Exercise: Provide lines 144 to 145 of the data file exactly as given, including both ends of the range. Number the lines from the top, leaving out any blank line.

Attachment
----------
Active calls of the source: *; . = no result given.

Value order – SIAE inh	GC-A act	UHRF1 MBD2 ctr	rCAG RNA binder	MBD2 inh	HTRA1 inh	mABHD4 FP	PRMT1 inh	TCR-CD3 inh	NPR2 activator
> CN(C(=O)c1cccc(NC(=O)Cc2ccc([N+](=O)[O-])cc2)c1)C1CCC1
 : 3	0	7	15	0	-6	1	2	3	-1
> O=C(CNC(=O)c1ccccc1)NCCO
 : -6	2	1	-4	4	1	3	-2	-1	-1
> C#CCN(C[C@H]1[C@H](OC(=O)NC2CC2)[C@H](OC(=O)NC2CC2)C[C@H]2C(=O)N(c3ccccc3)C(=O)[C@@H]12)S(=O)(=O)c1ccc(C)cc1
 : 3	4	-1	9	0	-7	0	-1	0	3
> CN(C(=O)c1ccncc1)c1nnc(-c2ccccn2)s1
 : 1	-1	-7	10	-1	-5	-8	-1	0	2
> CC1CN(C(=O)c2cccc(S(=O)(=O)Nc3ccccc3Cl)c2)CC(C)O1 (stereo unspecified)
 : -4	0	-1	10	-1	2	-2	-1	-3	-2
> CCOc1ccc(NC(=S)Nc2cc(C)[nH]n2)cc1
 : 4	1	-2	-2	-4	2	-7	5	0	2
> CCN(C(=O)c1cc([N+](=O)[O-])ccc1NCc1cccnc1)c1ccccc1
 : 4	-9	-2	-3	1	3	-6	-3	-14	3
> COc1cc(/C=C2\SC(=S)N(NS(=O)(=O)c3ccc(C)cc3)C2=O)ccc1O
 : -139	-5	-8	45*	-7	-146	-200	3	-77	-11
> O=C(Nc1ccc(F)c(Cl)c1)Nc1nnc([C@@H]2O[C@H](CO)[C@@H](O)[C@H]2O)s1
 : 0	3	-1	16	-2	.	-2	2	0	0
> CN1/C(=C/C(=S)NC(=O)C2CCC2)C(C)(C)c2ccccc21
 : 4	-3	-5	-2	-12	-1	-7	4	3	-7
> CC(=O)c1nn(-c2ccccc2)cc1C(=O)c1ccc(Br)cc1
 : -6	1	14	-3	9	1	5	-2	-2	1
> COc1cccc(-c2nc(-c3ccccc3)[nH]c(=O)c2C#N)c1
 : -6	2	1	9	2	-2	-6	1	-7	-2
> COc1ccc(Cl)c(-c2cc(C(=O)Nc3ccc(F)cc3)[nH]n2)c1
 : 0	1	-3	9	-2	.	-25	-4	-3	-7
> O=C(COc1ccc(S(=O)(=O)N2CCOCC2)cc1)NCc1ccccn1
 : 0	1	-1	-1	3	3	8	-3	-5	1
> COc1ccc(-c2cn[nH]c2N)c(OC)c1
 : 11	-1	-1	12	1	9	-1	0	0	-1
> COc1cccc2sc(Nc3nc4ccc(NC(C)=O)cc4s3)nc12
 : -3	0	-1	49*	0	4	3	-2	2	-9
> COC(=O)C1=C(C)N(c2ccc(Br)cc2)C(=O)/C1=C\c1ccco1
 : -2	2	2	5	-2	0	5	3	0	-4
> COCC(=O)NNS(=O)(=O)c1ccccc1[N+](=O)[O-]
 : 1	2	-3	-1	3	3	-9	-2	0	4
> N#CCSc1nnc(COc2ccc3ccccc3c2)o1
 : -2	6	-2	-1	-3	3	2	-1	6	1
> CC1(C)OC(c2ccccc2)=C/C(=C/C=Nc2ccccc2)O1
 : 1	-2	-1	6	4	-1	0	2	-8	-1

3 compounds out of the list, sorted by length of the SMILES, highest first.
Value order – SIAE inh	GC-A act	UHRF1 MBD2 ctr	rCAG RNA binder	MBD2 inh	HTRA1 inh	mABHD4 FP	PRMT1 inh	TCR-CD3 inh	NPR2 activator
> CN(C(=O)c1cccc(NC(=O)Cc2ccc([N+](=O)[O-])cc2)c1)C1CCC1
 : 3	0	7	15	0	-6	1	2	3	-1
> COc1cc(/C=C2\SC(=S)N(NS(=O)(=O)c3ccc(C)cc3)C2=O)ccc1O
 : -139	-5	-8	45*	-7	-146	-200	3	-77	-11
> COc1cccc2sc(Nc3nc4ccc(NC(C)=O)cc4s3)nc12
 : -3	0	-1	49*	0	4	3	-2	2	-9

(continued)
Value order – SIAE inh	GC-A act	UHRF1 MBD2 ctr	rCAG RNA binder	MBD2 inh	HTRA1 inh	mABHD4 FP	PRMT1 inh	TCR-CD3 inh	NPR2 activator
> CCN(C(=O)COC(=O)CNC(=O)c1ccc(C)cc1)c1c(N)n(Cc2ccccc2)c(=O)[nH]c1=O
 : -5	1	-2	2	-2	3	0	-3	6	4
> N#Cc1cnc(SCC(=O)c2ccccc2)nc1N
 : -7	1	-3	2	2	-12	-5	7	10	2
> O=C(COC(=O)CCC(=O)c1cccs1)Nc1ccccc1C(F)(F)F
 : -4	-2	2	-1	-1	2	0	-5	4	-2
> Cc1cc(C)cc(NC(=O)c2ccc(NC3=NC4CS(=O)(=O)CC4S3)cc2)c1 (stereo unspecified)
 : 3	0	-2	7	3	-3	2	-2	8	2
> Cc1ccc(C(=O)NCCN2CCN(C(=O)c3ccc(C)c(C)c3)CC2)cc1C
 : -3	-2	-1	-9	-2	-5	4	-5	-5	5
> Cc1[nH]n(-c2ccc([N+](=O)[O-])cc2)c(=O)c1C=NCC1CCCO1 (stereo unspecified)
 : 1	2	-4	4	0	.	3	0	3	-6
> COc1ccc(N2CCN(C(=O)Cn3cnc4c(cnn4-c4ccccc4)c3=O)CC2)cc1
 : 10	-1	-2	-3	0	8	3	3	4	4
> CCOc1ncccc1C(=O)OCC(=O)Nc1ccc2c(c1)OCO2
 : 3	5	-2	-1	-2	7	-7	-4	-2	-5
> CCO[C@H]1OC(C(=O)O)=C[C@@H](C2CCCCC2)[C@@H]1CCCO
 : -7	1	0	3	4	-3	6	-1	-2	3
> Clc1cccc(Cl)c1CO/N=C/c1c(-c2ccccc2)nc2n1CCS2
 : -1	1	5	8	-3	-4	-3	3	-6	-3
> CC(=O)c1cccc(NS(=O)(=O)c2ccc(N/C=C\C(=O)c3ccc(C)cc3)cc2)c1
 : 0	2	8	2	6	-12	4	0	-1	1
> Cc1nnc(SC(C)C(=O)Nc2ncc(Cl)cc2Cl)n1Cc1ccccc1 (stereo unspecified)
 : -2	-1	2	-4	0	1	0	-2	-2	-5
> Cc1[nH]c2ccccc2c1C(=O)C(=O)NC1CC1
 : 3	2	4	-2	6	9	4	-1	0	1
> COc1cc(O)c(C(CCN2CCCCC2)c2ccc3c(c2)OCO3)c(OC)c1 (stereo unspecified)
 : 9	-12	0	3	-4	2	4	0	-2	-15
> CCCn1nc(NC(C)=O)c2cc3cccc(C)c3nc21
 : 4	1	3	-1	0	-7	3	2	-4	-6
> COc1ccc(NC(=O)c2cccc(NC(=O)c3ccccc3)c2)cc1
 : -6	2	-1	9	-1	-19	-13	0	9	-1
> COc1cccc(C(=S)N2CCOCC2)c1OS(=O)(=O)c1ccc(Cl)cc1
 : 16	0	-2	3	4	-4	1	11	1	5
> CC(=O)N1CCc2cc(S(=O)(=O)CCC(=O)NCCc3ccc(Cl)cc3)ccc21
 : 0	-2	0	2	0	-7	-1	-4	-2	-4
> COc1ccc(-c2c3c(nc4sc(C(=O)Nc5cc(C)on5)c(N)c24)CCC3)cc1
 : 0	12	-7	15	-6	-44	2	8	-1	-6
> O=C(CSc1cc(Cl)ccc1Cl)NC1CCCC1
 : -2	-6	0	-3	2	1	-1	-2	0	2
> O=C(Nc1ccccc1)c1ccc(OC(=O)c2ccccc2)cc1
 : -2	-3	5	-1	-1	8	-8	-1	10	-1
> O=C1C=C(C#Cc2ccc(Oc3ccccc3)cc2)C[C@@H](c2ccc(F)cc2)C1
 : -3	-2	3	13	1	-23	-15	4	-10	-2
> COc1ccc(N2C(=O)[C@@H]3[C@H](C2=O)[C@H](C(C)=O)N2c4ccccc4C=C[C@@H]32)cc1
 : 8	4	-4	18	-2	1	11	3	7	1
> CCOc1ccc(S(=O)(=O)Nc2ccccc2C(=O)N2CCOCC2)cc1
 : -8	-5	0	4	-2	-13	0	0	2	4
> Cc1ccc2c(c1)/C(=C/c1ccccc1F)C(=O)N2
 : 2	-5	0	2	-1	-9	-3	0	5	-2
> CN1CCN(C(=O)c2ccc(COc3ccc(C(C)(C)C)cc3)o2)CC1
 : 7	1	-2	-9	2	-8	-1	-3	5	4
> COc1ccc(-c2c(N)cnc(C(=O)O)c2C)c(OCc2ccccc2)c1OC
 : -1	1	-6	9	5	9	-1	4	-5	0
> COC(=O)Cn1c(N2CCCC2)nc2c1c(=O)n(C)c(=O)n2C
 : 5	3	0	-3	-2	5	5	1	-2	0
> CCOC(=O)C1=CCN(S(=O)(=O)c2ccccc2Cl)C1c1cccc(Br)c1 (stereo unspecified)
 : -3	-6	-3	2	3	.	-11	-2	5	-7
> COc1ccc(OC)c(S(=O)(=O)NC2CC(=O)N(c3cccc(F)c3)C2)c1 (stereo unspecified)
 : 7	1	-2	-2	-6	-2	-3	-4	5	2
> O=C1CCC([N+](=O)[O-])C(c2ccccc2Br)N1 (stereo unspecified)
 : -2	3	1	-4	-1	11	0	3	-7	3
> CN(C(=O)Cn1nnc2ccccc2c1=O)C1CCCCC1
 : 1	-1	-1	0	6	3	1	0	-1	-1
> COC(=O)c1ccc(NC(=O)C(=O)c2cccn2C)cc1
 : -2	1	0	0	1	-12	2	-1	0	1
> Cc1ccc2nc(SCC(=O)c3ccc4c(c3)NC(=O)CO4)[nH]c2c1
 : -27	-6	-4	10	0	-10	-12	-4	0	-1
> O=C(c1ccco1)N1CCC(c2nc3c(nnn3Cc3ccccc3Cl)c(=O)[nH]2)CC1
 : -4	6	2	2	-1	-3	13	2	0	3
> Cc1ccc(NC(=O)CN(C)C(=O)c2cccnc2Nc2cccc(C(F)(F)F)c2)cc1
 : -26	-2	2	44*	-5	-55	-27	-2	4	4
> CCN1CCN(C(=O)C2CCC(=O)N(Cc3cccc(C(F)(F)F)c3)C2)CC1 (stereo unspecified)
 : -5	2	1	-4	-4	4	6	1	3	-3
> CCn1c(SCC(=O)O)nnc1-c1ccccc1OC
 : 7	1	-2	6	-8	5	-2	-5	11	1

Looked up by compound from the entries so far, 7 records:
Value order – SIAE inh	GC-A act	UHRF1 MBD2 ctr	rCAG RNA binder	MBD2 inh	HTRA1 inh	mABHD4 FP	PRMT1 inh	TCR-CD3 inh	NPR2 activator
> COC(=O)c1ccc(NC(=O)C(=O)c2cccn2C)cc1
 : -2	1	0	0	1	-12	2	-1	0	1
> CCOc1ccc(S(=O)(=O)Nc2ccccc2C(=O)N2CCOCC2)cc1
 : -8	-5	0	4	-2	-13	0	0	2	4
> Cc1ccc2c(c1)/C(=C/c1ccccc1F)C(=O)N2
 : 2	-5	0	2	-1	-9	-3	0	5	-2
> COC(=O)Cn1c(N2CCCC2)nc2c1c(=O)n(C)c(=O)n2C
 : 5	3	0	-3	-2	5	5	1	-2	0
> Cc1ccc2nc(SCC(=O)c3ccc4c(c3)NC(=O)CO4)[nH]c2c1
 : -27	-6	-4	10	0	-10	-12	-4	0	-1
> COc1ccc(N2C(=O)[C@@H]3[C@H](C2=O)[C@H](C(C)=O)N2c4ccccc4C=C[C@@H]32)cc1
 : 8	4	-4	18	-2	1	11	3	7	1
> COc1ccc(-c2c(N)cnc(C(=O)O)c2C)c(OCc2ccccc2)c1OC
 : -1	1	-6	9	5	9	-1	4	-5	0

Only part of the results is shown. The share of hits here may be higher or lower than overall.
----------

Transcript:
 : -1	1	-6	9	5	9	-1	4	-5	0

Only part of the results is shown. The share of hits here may be higher or lower than overall.